Managing business credit is a huge factor in running a successful company. Proper use of credit can fund your firm’s expansion. Poor credit decisions, conversely, can severely damage your business. Here are some tips on managing business credit.
Do you need credit?
Some companies are able to fund their own growth without borrowing. These firms consistently generate profit, and quickly convert those profits into cash collections. Profitable businesses end up collecting more cash than they need to operate. That extra cash can be used to fund business operations.
You can see that the need for credit is closely related to how quickly you collect cash. To determine if you need credit, put together a forecast of your cash inflow and outflows.
Consider how much cash you need to operate your business each week or month. Do you need a certain amount of inventory on hand to meet customer demand? How much is your payroll, and how often do your pay your employees?
Once you estimate your cash outflows, consider you cash collections. How much do your sell each week? If you extend credit to customers, how long does it take to collect your accounts receivable?
Finally, take a look at your average cash balance, and how that balance changes during the month. Can you see any sort of pattern? Maybe your lowest cash balance is always around the 10th day of each month. At that point, you’ve spent a lot of money to provide a product or service to that month’s customers. Your cash collections, however don’t start coming in until 20th of the month. Include this cash analysis in your forecast.
Ultimately, most firms cannot expand simply through their own cash inflows. To add a new product line or buy an expensive piece of equipment, you will probably need to borrow funds.
Separating business from personal credit
Once you determine that you need business credit, it’s critically important that you keep your business credit activity separated from your personal borrowing. As this article points out, some business owners make the mistake of applying for business credit using the individual social security number.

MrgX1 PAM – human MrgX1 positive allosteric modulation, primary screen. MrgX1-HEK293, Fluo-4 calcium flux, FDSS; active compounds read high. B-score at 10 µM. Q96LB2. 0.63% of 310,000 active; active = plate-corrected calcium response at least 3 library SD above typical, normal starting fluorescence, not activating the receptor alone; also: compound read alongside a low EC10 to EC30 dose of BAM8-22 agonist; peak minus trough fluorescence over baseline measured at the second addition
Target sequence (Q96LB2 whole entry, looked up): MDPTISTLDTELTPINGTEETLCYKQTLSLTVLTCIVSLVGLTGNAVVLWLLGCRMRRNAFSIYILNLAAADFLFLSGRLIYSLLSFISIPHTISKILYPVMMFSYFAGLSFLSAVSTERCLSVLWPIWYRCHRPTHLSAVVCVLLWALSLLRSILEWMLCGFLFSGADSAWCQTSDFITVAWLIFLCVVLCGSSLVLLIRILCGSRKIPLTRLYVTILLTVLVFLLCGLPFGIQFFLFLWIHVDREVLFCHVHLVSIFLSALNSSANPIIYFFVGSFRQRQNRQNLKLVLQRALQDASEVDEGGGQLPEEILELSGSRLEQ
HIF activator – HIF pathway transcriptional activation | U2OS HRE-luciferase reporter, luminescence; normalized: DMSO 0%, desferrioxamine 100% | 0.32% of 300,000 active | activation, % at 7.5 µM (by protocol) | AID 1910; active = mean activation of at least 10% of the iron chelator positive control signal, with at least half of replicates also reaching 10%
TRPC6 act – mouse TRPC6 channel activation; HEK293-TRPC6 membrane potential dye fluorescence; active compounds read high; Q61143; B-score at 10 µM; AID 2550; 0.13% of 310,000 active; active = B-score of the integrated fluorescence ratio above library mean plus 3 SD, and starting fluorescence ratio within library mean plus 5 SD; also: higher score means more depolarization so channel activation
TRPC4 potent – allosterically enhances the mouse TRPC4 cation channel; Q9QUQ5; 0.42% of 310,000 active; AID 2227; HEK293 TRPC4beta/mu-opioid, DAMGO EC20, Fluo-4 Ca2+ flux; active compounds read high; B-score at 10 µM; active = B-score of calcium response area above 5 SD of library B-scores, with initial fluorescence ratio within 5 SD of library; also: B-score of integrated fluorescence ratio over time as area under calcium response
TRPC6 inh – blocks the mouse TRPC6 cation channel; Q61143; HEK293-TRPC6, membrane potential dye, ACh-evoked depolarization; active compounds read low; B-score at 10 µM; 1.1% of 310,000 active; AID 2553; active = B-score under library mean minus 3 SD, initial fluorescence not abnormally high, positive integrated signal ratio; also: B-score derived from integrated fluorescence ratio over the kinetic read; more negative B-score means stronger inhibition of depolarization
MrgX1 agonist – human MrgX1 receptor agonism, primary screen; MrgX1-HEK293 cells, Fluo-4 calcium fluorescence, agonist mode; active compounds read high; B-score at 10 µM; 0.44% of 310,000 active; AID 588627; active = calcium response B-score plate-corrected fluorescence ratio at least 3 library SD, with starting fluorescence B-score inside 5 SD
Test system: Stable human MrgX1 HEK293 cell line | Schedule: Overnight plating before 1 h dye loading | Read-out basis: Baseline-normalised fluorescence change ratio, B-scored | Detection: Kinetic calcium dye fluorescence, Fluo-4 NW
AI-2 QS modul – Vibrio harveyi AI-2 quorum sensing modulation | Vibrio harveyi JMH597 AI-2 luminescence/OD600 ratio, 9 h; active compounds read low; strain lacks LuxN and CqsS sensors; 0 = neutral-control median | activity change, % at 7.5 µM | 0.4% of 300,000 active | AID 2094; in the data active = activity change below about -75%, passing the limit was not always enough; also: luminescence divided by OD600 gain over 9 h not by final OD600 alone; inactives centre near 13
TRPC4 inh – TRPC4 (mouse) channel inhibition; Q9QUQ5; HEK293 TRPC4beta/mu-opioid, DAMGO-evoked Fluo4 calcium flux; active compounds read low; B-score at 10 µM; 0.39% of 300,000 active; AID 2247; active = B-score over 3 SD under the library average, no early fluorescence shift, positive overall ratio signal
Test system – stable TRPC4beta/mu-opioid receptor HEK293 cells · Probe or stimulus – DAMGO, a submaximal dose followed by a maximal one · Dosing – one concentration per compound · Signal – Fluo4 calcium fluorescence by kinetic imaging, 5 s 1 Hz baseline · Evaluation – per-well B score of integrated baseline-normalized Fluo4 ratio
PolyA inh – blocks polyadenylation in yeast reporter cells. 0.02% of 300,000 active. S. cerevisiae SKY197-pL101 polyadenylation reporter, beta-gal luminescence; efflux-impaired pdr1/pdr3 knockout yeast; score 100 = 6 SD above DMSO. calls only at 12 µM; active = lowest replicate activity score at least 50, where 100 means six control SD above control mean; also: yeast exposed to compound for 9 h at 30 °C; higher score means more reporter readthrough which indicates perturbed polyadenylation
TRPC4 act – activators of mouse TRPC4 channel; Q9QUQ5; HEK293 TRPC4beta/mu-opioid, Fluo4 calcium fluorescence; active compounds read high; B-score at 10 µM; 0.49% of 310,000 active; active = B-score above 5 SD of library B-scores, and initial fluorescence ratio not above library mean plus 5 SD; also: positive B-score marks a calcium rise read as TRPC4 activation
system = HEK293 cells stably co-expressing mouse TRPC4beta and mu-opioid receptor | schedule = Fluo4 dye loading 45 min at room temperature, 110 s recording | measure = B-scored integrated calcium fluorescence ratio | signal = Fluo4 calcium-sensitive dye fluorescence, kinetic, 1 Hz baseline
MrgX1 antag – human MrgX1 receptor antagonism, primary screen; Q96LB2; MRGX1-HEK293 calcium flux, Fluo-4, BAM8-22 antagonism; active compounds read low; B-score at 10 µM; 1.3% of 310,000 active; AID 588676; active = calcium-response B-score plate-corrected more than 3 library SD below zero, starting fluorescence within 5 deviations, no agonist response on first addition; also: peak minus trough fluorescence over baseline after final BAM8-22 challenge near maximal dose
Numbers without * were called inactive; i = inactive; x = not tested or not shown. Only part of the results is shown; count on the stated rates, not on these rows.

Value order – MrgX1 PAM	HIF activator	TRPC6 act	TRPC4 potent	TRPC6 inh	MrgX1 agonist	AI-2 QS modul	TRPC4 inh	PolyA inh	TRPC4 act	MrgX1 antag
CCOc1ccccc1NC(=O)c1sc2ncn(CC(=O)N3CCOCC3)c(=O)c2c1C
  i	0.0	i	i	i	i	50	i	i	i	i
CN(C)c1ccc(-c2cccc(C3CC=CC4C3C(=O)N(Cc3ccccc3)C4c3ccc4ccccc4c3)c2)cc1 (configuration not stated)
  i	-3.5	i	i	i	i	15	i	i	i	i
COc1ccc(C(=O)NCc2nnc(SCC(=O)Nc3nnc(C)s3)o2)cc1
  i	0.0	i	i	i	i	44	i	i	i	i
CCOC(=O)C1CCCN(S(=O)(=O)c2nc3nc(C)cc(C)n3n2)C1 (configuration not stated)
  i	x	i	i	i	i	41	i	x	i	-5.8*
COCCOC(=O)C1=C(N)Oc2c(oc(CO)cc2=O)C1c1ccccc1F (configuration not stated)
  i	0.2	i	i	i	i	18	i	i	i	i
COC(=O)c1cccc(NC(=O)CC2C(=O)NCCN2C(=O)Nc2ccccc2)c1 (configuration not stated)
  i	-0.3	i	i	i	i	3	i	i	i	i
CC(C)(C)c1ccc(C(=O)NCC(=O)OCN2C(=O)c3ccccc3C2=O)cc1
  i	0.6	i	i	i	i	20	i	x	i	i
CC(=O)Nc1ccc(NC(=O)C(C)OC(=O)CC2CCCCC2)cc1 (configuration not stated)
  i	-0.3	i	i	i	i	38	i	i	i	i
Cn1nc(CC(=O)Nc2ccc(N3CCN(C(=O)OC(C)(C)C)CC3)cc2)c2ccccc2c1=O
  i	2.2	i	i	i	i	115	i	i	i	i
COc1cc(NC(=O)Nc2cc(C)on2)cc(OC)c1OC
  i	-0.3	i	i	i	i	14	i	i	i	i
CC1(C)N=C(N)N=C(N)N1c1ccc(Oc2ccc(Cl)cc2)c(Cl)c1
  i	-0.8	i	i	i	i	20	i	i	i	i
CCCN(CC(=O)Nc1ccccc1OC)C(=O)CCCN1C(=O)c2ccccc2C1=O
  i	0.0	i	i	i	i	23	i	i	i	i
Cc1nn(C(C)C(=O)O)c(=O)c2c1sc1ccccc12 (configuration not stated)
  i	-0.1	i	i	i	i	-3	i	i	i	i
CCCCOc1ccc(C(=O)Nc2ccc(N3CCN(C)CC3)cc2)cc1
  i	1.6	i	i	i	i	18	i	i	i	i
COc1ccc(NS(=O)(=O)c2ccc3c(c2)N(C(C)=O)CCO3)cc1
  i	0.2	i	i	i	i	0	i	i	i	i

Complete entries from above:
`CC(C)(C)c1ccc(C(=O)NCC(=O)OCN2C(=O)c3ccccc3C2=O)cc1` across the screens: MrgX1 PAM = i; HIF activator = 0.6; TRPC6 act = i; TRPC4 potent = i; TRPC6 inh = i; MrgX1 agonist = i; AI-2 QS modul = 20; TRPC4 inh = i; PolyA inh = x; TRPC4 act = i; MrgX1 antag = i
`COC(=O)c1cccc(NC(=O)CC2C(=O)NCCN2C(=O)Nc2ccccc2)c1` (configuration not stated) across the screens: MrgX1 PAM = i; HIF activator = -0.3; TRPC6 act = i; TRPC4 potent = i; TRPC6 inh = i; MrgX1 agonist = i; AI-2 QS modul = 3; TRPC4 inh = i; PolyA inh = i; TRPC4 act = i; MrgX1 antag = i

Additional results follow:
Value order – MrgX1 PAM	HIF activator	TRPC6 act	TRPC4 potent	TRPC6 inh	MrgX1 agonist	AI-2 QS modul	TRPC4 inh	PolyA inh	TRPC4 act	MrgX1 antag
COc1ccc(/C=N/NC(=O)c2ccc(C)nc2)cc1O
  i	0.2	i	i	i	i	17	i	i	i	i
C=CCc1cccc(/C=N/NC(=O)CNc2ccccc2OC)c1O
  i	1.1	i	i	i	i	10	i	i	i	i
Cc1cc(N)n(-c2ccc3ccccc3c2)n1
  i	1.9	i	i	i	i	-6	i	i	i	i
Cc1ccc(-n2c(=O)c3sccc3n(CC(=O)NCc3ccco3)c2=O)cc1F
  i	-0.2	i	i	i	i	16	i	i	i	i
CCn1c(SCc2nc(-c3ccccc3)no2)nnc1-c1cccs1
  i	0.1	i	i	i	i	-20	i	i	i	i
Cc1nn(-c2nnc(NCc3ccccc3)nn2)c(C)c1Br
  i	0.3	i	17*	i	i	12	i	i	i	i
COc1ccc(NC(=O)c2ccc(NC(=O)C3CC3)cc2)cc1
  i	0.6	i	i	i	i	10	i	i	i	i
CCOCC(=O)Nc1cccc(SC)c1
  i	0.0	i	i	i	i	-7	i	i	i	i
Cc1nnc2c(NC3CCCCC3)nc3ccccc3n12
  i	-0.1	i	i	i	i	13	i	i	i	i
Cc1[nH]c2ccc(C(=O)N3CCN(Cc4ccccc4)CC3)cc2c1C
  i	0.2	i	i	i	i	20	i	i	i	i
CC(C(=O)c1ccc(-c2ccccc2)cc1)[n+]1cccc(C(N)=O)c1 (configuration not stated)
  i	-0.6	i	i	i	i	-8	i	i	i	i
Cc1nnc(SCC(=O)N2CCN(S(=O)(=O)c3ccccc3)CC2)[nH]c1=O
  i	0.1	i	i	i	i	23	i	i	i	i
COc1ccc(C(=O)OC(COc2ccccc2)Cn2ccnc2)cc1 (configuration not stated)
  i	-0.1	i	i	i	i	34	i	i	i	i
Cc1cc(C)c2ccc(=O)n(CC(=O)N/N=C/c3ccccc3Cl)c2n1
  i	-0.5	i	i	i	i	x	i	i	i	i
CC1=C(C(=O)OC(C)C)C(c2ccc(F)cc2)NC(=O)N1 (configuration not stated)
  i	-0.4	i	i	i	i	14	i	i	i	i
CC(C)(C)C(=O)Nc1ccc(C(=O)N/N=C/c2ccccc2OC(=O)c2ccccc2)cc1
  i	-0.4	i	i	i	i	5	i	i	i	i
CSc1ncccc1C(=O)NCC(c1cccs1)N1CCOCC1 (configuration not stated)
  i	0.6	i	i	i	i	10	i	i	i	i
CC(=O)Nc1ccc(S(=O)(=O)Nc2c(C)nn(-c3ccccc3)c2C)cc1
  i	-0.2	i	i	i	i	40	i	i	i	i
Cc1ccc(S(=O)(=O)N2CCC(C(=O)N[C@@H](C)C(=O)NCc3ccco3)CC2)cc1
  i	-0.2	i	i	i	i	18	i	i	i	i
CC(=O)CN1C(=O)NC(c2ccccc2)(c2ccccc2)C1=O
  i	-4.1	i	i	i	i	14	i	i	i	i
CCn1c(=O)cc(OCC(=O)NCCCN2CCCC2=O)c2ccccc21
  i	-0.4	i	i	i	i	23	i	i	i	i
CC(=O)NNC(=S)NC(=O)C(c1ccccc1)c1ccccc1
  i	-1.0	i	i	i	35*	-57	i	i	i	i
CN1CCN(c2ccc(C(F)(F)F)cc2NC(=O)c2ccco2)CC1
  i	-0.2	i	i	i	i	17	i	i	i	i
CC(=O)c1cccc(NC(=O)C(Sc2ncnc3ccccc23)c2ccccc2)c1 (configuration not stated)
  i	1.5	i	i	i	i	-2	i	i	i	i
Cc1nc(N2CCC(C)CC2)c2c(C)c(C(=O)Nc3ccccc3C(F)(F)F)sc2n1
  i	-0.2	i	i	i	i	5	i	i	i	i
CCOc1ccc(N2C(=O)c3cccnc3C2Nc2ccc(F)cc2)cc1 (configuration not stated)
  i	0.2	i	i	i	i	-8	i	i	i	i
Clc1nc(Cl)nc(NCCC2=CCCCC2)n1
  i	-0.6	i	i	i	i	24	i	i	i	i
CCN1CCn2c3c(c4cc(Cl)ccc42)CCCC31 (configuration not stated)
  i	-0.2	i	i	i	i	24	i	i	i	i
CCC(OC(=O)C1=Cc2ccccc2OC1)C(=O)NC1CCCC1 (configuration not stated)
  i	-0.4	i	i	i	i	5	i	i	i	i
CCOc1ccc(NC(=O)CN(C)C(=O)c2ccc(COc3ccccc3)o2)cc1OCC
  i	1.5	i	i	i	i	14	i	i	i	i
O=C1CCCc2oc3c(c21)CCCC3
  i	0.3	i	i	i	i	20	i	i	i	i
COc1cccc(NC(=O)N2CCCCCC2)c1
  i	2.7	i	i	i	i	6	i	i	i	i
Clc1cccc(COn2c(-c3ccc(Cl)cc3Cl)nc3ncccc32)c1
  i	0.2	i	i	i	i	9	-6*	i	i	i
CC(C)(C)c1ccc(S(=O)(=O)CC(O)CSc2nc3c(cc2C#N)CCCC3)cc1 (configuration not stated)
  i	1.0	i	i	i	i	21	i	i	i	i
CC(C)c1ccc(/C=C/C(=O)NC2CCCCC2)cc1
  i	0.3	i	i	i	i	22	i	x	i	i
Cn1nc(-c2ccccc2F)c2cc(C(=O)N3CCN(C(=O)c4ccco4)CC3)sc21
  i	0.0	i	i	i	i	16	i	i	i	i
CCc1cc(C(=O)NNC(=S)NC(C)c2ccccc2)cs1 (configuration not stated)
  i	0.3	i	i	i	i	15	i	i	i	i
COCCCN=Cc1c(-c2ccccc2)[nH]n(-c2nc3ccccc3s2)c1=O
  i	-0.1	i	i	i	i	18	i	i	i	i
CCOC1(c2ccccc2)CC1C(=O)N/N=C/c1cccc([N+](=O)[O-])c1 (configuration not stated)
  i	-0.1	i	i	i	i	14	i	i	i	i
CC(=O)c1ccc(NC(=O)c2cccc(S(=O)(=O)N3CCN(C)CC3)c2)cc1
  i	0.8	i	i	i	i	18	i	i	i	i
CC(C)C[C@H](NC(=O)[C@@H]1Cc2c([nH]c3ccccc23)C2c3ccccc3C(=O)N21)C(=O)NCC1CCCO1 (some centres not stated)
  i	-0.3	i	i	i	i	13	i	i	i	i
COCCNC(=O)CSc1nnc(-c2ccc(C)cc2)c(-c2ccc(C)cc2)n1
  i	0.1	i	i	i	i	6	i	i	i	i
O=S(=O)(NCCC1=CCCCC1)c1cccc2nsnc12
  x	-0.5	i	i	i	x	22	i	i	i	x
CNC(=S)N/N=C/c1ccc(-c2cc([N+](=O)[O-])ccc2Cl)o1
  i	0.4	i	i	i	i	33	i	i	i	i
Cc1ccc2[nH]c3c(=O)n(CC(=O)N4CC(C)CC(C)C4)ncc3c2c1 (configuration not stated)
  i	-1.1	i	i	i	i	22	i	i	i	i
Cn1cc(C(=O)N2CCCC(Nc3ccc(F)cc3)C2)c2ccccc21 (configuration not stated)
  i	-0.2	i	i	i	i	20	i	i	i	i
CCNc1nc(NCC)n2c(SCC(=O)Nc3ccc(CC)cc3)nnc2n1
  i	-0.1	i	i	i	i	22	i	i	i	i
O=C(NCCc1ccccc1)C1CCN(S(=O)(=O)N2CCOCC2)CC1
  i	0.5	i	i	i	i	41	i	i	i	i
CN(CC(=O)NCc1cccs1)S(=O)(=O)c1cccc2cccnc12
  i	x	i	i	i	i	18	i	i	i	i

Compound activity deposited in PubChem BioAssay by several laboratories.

Applying as an individual creates several problems. First, by combining personal and business credit activity, you’re applying for far more credit (and borrowing far more money) than you normally would as an individual. Instead of building two separate credit histories, you’re making your personal credit picture worse. Increasing credit applications and loan balances on your personal credit worsens your individual credit score.
The solution is to take steps to establish a separate business, as explained here. Obtain an employee identification number (EIN) from the IRS (irs.gov). You’ll use the EIN for your business credit applications, and for business-related tax filings.
Speak with an accountant or any attorney about how your business should be structured. You might consider operating as a sole proprietor, or incorporating.
Once you have your EIN number and decide on your business structure, open a business bank account. Keep you business banking activity separate from your personal transactions.
Finally, apply for business credit exclusively through your new business entity. These steps will help you build a solid business credit history
Who can access your company’s credit?
Assume that Sturdy Outdoor makes hiking shorts and other apparel. Bob, the owner of Sturdy, secures a loan to manufacture and promote and new line of hiking pants. Part of the loan proceeds will be used to market and sell the new product. Bob needs to decide which employees has access to the funds borrowed for expansion.
This decision can create a risk of company theft. Anytime an employee has access to company funds, the risk of theft increases. In this case, the company sales force will be assigned new company credit cards to pay for travel, lodging and client entertainment. Bob believes that this spending is necessary to launch the new product.
The best way to prevent theft is to closely monitor company spending. For example, Bob requires a receipt each time the company credit card is used. The salesperson must also explain the purpose of each expense. Bob should also agree each credit card receipt to the card statement. That review should be completed soon after the credit card statement is received.
If Bob is diligent about monitoring spending, he will be able to manage his company’s borrowing. The new marketing efforts will lead to more sales, which will allow him to repay the company loan.
Monitoring your business credit rating
Once you establish business credit, you need to verify that the information reported to business credit bureaus is accurate. In some cases, a creditor will report inaccurate information regarding your business. If you need help resolving this issue, consider getting help from a credit repair company.
You can find creditrepair.com reviews and consumer reviews about other businesses that may help you fix credit problems. These steps can help you maintain a good business credit rating, which will give you access to borrowing power in the future.
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